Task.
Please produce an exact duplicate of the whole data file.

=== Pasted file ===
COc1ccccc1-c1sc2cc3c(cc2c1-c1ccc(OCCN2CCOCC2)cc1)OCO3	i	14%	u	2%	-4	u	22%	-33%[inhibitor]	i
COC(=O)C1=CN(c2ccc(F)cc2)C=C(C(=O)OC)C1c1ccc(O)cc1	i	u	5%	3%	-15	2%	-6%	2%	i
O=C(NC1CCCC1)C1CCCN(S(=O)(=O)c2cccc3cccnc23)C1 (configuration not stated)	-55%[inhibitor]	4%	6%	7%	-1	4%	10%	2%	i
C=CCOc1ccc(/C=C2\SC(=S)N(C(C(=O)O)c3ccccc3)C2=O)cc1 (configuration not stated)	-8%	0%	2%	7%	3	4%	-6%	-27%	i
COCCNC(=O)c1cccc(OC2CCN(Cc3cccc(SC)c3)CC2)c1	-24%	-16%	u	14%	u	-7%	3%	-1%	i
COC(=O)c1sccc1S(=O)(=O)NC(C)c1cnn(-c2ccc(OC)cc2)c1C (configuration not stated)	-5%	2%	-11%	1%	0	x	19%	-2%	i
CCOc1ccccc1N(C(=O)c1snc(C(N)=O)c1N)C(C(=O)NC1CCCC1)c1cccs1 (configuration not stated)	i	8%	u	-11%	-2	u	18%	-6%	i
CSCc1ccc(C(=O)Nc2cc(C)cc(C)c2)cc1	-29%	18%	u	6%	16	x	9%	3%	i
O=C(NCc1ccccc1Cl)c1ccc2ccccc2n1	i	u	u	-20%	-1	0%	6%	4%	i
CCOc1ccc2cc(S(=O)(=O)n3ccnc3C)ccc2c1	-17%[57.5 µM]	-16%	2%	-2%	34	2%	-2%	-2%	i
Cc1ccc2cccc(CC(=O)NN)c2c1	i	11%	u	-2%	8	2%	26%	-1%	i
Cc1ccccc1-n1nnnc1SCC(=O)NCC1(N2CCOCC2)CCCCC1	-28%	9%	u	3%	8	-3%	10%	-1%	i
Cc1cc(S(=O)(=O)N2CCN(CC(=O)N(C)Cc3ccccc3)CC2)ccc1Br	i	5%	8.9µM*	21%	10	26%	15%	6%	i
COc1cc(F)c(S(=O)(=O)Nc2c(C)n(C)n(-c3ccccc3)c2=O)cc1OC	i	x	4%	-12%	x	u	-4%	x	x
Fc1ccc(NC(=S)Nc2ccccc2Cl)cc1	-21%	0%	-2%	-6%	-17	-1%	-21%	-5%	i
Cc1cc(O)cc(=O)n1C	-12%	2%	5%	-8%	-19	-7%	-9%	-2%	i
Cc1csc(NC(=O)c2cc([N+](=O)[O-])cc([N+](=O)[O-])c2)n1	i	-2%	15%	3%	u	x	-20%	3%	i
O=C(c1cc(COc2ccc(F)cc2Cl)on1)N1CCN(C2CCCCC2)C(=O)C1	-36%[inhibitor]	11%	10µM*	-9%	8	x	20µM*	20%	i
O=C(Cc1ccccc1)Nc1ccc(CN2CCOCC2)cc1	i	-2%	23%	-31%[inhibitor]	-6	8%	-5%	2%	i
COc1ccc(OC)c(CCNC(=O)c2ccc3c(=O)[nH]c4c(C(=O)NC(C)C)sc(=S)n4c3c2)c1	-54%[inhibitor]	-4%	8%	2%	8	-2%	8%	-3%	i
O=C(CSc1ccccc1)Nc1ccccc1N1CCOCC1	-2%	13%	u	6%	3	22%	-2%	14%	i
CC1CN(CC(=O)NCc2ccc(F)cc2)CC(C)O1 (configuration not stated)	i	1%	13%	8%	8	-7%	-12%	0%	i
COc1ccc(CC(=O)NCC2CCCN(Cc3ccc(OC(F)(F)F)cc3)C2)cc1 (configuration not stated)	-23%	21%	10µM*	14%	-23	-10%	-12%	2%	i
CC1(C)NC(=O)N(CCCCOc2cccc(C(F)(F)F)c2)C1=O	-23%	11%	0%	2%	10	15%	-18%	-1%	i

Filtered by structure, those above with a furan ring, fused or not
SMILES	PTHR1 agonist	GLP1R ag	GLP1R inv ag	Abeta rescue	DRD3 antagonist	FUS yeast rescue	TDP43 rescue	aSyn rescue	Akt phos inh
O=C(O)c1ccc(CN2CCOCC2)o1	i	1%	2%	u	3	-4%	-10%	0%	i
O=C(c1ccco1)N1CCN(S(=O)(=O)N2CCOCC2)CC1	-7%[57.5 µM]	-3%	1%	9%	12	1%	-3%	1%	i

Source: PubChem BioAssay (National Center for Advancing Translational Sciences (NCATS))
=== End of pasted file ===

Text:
COc1ccccc1-c1sc2cc3c(cc2c1-c1ccc(OCCN2CCOCC2)cc1)OCO3	i	14%	u	2%	-4	u	22%	-33%[inhibitor]	i
COC(=O)C1=CN(c2ccc(F)cc2)C=C(C(=O)OC)C1c1ccc(O)cc1	i	u	5%	3%	-15	2%	-6%	2%	i
O=C(NC1CCCC1)C1CCCN(S(=O)(=O)c2cccc3cccnc23)C1 (configuration not stated)	-55%[inhibitor]	4%	6%	7%	-1	4%	10%	2%	i
C=CCOc1ccc(/C=C2\SC(=S)N(C(C(=O)O)c3ccccc3)C2=O)cc1 (configuration not stated)	-8%	0%	2%	7%	3	4%	-6%	-27%	i
COCCNC(=O)c1cccc(OC2CCN(Cc3cccc(SC)c3)CC2)c1	-24%	-16%	u	14%	u	-7%	3%	-1%	i
COC(=O)c1sccc1S(=O)(=O)NC(C)c1cnn(-c2ccc(OC)cc2)c1C (configuration not stated)	-5%	2%	-11%	1%	0	x	19%	-2%	i
CCOc1ccccc1N(C(=O)c1snc(C(N)=O)c1N)C(C(=O)NC1CCCC1)c1cccs1 (configuration not stated)	i	8%	u	-11%	-2	u	18%	-6%	i
CSCc1ccc(C(=O)Nc2cc(C)cc(C)c2)cc1	-29%	18%	u	6%	16	x	9%	3%	i
O=C(NCc1ccccc1Cl)c1ccc2ccccc2n1	i	u	u	-20%	-1	0%	6%	4%	i
CCOc1ccc2cc(S(=O)(=O)n3ccnc3C)ccc2c1	-17%[57.5 µM]	-16%	2%	-2%	34	2%	-2%	-2%	i
Cc1ccc2cccc(CC(=O)NN)c2c1	i	11%	u	-2%	8	2%	26%	-1%	i
Cc1ccccc1-n1nnnc1SCC(=O)NCC1(N2CCOCC2)CCCCC1	-28%	9%	u	3%	8	-3%	10%	-1%	i
Cc1cc(S(=O)(=O)N2CCN(CC(=O)N(C)Cc3ccccc3)CC2)ccc1Br	i	5%	8.9µM*	21%	10	26%	15%	6%	i
COc1cc(F)c(S(=O)(=O)Nc2c(C)n(C)n(-c3ccccc3)c2=O)cc1OC	i	x	4%	-12%	x	u	-4%	x	x
Fc1ccc(NC(=S)Nc2ccccc2Cl)cc1	-21%	0%	-2%	-6%	-17	-1%	-21%	-5%	i
Cc1cc(O)cc(=O)n1C	-12%	2%	5%	-8%	-19	-7%	-9%	-2%	i
Cc1csc(NC(=O)c2cc([N+](=O)[O-])cc([N+](=O)[O-])c2)n1	i	-2%	15%	3%	u	x	-20%	3%	i
O=C(c1cc(COc2ccc(F)cc2Cl)on1)N1CCN(C2CCCCC2)C(=O)C1	-36%[inhibitor]	11%	10µM*	-9%	8	x	20µM*	20%	i
O=C(Cc1ccccc1)Nc1ccc(CN2CCOCC2)cc1	i	-2%	23%	-31%[inhibitor]	-6	8%	-5%	2%	i
COc1ccc(OC)c(CCNC(=O)c2ccc3c(=O)[nH]c4c(C(=O)NC(C)C)sc(=S)n4c3c2)c1	-54%[inhibitor]	-4%	8%	2%	8	-2%	8%	-3%	i
O=C(CSc1ccccc1)Nc1ccccc1N1CCOCC1	-2%	13%	u	6%	3	22%	-2%	14%	i
CC1CN(CC(=O)NCc2ccc(F)cc2)CC(C)O1 (configuration not stated)	i	1%	13%	8%	8	-7%	-12%	0%	i
COc1ccc(CC(=O)NCC2CCCN(Cc3ccc(OC(F)(F)F)cc3)C2)cc1 (configuration not stated)	-23%	21%	10µM*	14%	-23	-10%	-12%	2%	i
CC1(C)NC(=O)N(CCCCOc2cccc(C(F)(F)F)c2)C1=O	-23%	11%	0%	2%	10	15%	-18%	-1%	i

Filtered by structure, those above with a furan ring, fused or not
SMILES	PTHR1 agonist	GLP1R ag	GLP1R inv ag	Abeta rescue	DRD3 antagonist	FUS yeast rescue	TDP43 rescue	aSyn rescue	Akt phos inh
O=C(O)c1ccc(CN2CCOCC2)o1	i	1%	2%	u	3	-4%	-10%	0%	i
O=C(c1ccco1)N1CCN(S(=O)(=O)N2CCOCC2)CC1	-7%[57.5 µM]	-3%	1%	9%	12	1%	-3%	1%	i

Source: PubChem BioAssay (National Center for Advancing Translational Sciences (NCATS))